The Red Sox may very well miss out on the postseason this year. If they do happen to reach the playoffs, though, they very well may point to the seventh inning of Monday's 2-1 win over the New York Yankees as the turning point in their season.
Leading by two in the seventh, Jon Lester loaded the bases, but got Curtis Granderson swinging, then Daniel Bard came on and struck out both Derek Jeter and Nick Swisher to end the threat. After Mark Teixeira homered to cut the deficit to one in the eighth, the Yanks put two more runners on in the frame, only to see Johnathan Papelbon retire Austin Kearns to end that chance.
Papelbon put the tying run on base in the ninth, but ended up recording his 28th save of the season.
Jacoby Ellsbury tied a franchise-record with four stolen bases, while Lester (12-7) went 6 1/3 innings and limited New York to four hits and three walks and finished with six strikeouts in the win. The Red Sox split the four-game set and have won three of their last five to pull within six games of the top spot in the American League East.
"It's huge. Any win this time of the year is big for us," Lester said. "Obviously being here is a little more special, keep chipping away."
Getting the call for the Red Sox this evening will be Japanese righty Daisuke Matsuzaka, who has won his last three decisions. Matsuzaka beat the Cleveland Indians on Thursday, as he allowed a run and five hits in eight innings to run his record to 8-3, while lowering his earned run average to 3.96.
Matsuzaka has dominated the Blue Jays of late, winning his last six decisions against them and pitching to a 2.08 ERA in his last eight starts in this series.
Toronto, meanwhile, will counter with lefty Ricky Romero, who is 9-7 with a 3.37 ERA. Romero won for the third time in his last four starts with a brilliant complete-game effort last Tuesday against the Yankees that saw him surrender just two runs and two hits.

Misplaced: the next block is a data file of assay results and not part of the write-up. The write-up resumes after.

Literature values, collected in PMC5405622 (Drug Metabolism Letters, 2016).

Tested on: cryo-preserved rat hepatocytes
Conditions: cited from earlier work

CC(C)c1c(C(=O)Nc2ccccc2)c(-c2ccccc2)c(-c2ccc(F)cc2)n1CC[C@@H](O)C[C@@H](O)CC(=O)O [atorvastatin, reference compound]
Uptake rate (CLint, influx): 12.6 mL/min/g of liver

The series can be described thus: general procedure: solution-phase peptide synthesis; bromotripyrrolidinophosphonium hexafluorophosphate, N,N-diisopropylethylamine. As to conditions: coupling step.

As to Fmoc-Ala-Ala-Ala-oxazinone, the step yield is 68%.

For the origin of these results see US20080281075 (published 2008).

"Definitely feels good to be able to do this against this team and that lineup here at Yankee Stadium," Romero said after his gem. "It's definitely special."
The 25-year-old hurler lost to the Sox the last time he faced them and is 1-4 lifetime against Boston with an 8.76 ERA in six starts.
Romero, though, will have his work cut out for him if he intends on following up Brandon Morrow's masterpiece from Sunday. The hard-throwing righty came one out away from a no-hitter as he helped the Blue Jays take a 1-0 win over the Tampa Bay Rays to complete a three-game sweep.
With two outs and a man on first in the ninth, Evan Longoria hit a sharp grounder that went off the glove of a diving Aaron Hill in the hole between first and second base to spoil the no-hit bid. It left men at the corners, but Morrow struck out Dan Johnson with a high fastball to end the game.
Morrow (9-6) struck out a career-high 17 batters, which is the most by a pitcher this season, and also walked two while throwing 137 pitches, 97 for strikes.
"It's my first complete game and my first shutout," said Morrow. "Those things combined are more than enough to overcome the feelings of the missed no- hitter."
Vernon Wells drove in the lone run for the Blue Jays, who have won five of their last six. Wells, though, left after the sixth inning with a dislocated toe on his right foot that he suffered while making a leaping catch at the wall on a Ben Zobrist fly ball.
"If any pitcher ever deserved a no-hitter it was him," said Longoria. "He was making his pitches all day and we never had a chance. Every time we would get into a hitters count he would come back and make the perfect pitch."
Toronto has dropped seven of their nine games with the Red Sox this season.